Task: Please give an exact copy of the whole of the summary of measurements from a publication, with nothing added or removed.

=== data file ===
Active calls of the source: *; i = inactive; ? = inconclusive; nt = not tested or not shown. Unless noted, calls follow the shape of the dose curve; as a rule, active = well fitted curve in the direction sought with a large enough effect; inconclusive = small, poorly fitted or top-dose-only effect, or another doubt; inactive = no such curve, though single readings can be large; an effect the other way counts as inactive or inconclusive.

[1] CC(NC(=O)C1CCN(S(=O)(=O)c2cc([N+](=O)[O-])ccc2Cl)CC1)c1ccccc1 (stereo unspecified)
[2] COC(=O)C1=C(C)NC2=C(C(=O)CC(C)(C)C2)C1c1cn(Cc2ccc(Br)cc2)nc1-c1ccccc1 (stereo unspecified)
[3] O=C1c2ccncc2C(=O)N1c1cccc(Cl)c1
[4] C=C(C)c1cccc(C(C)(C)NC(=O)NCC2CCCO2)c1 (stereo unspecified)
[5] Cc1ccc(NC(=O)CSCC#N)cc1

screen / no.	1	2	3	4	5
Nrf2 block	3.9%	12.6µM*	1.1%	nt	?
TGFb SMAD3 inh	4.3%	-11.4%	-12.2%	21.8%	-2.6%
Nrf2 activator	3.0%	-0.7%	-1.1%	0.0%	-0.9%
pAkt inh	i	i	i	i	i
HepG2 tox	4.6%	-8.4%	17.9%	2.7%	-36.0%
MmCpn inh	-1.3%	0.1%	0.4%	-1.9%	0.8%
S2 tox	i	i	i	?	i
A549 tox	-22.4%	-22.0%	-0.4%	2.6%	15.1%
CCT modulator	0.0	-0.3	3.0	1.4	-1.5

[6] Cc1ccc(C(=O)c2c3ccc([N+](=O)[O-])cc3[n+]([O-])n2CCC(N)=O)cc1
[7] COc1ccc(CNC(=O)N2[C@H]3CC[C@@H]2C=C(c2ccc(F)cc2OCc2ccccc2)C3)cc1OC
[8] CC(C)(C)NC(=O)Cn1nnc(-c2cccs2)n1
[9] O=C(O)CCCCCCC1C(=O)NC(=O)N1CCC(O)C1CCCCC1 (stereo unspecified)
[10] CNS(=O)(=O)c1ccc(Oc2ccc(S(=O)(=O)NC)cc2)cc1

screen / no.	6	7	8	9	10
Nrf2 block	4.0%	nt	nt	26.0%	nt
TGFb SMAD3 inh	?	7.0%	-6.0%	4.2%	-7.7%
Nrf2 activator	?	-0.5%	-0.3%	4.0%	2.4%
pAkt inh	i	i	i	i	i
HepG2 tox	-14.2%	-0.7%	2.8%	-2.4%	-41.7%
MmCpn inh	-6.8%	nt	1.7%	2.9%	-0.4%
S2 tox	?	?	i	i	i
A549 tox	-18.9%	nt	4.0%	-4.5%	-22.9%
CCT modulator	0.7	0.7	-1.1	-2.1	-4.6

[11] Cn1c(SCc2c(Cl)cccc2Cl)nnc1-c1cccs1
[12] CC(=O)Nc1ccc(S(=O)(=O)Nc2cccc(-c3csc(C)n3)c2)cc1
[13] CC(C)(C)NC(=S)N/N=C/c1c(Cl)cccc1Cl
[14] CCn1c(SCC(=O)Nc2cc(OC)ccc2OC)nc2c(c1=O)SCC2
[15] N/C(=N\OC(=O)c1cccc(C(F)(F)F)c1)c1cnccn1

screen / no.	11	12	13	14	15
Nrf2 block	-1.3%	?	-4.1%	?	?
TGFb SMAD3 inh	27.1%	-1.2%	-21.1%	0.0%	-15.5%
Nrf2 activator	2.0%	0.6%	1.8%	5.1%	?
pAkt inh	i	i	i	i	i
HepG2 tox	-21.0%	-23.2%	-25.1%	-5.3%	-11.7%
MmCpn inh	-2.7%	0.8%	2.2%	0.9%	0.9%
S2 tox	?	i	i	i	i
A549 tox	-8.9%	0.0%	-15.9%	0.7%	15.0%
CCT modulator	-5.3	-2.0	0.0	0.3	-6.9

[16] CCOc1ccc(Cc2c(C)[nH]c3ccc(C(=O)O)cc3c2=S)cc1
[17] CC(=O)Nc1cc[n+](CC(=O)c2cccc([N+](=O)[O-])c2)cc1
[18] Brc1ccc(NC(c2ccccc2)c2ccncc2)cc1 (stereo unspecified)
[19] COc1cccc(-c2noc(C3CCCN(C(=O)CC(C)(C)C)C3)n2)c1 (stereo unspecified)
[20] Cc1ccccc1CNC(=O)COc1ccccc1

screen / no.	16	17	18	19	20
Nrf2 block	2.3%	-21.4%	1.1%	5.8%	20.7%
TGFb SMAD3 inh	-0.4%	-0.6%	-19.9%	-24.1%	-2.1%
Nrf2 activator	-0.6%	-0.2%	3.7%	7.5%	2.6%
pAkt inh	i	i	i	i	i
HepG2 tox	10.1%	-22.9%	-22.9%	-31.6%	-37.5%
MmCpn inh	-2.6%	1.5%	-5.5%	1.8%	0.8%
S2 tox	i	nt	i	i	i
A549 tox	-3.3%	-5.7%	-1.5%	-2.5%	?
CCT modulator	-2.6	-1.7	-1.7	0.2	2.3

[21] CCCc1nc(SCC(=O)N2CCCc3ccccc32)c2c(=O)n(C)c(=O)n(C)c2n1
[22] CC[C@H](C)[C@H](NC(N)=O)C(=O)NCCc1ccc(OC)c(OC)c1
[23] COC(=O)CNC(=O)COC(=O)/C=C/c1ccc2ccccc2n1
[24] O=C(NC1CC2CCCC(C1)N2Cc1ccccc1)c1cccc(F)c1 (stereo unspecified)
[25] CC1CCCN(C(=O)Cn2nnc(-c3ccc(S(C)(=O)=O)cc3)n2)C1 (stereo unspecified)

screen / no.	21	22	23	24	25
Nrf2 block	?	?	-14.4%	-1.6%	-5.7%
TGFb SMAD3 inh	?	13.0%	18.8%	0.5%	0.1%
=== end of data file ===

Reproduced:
Active calls of the source: *; i = inactive; ? = inconclusive; nt = not tested or not shown. Unless noted, calls follow the shape of the dose curve; as a rule, active = well fitted curve in the direction sought with a large enough effect; inconclusive = small, poorly fitted or top-dose-only effect, or another doubt; inactive = no such curve, though single readings can be large; an effect the other way counts as inactive or inconclusive.

[1] CC(NC(=O)C1CCN(S(=O)(=O)c2cc([N+](=O)[O-])ccc2Cl)CC1)c1ccccc1 (stereo unspecified)
[2] COC(=O)C1=C(C)NC2=C(C(=O)CC(C)(C)C2)C1c1cn(Cc2ccc(Br)cc2)nc1-c1ccccc1 (stereo unspecified)
[3] O=C1c2ccncc2C(=O)N1c1cccc(Cl)c1
[4] C=C(C)c1cccc(C(C)(C)NC(=O)NCC2CCCO2)c1 (stereo unspecified)
[5] Cc1ccc(NC(=O)CSCC#N)cc1

screen / no.	1	2	3	4	5
Nrf2 block	3.9%	12.6µM*	1.1%	nt	?
TGFb SMAD3 inh	4.3%	-11.4%	-12.2%	21.8%	-2.6%
Nrf2 activator	3.0%	-0.7%	-1.1%	0.0%	-0.9%
pAkt inh	i	i	i	i	i
HepG2 tox	4.6%	-8.4%	17.9%	2.7%	-36.0%
MmCpn inh	-1.3%	0.1%	0.4%	-1.9%	0.8%
S2 tox	i	i	i	?	i
A549 tox	-22.4%	-22.0%	-0.4%	2.6%	15.1%
CCT modulator	0.0	-0.3	3.0	1.4	-1.5

[6] Cc1ccc(C(=O)c2c3ccc([N+](=O)[O-])cc3[n+]([O-])n2CCC(N)=O)cc1
[7] COc1ccc(CNC(=O)N2[C@H]3CC[C@@H]2C=C(c2ccc(F)cc2OCc2ccccc2)C3)cc1OC
[8] CC(C)(C)NC(=O)Cn1nnc(-c2cccs2)n1
[9] O=C(O)CCCCCCC1C(=O)NC(=O)N1CCC(O)C1CCCCC1 (stereo unspecified)
[10] CNS(=O)(=O)c1ccc(Oc2ccc(S(=O)(=O)NC)cc2)cc1

screen / no.	6	7	8	9	10
Nrf2 block	4.0%	nt	nt	26.0%	nt
TGFb SMAD3 inh	?	7.0%	-6.0%	4.2%	-7.7%
Nrf2 activator	?	-0.5%	-0.3%	4.0%	2.4%
pAkt inh	i	i	i	i	i
HepG2 tox	-14.2%	-0.7%	2.8%	-2.4%	-41.7%
MmCpn inh	-6.8%	nt	1.7%	2.9%	-0.4%
S2 tox	?	?	i	i	i
A549 tox	-18.9%	nt	4.0%	-4.5%	-22.9%
CCT modulator	0.7	0.7	-1.1	-2.1	-4.6

[11] Cn1c(SCc2c(Cl)cccc2Cl)nnc1-c1cccs1
[12] CC(=O)Nc1ccc(S(=O)(=O)Nc2cccc(-c3csc(C)n3)c2)cc1
[13] CC(C)(C)NC(=S)N/N=C/c1c(Cl)cccc1Cl
[14] CCn1c(SCC(=O)Nc2cc(OC)ccc2OC)nc2c(c1=O)SCC2
[15] N/C(=N\OC(=O)c1cccc(C(F)(F)F)c1)c1cnccn1

screen / no.	11	12	13	14	15
Nrf2 block	-1.3%	?	-4.1%	?	?
TGFb SMAD3 inh	27.1%	-1.2%	-21.1%	0.0%	-15.5%
Nrf2 activator	2.0%	0.6%	1.8%	5.1%	?
pAkt inh	i	i	i	i	i
HepG2 tox	-21.0%	-23.2%	-25.1%	-5.3%	-11.7%
MmCpn inh	-2.7%	0.8%	2.2%	0.9%	0.9%
S2 tox	?	i	i	i	i
A549 tox	-8.9%	0.0%	-15.9%	0.7%	15.0%
CCT modulator	-5.3	-2.0	0.0	0.3	-6.9

[16] CCOc1ccc(Cc2c(C)[nH]c3ccc(C(=O)O)cc3c2=S)cc1
[17] CC(=O)Nc1cc[n+](CC(=O)c2cccc([N+](=O)[O-])c2)cc1
[18] Brc1ccc(NC(c2ccccc2)c2ccncc2)cc1 (stereo unspecified)
[19] COc1cccc(-c2noc(C3CCCN(C(=O)CC(C)(C)C)C3)n2)c1 (stereo unspecified)
[20] Cc1ccccc1CNC(=O)COc1ccccc1

screen / no.	16	17	18	19	20
Nrf2 block	2.3%	-21.4%	1.1%	5.8%	20.7%
TGFb SMAD3 inh	-0.4%	-0.6%	-19.9%	-24.1%	-2.1%
Nrf2 activator	-0.6%	-0.2%	3.7%	7.5%	2.6%
pAkt inh	i	i	i	i	i
HepG2 tox	10.1%	-22.9%	-22.9%	-31.6%	-37.5%
MmCpn inh	-2.6%	1.5%	-5.5%	1.8%	0.8%
S2 tox	i	nt	i	i	i
A549 tox	-3.3%	-5.7%	-1.5%	-2.5%	?
CCT modulator	-2.6	-1.7	-1.7	0.2	2.3

[21] CCCc1nc(SCC(=O)N2CCCc3ccccc32)c2c(=O)n(C)c(=O)n(C)c2n1
[22] CC[C@H](C)[C@H](NC(N)=O)C(=O)NCCc1ccc(OC)c(OC)c1
[23] COC(=O)CNC(=O)COC(=O)/C=C/c1ccc2ccccc2n1
[24] O=C(NC1CC2CCCC(C1)N2Cc1ccccc1)c1cccc(F)c1 (stereo unspecified)
[25] CC1CCCN(C(=O)Cn2nnc(-c3ccc(S(C)(=O)=O)cc3)n2)C1 (stereo unspecified)

screen / no.	21	22	23	24	25
Nrf2 block	?	?	-14.4%	-1.6%	-5.7%
TGFb SMAD3 inh	?	13.0%	18.8%	0.5%	0.1%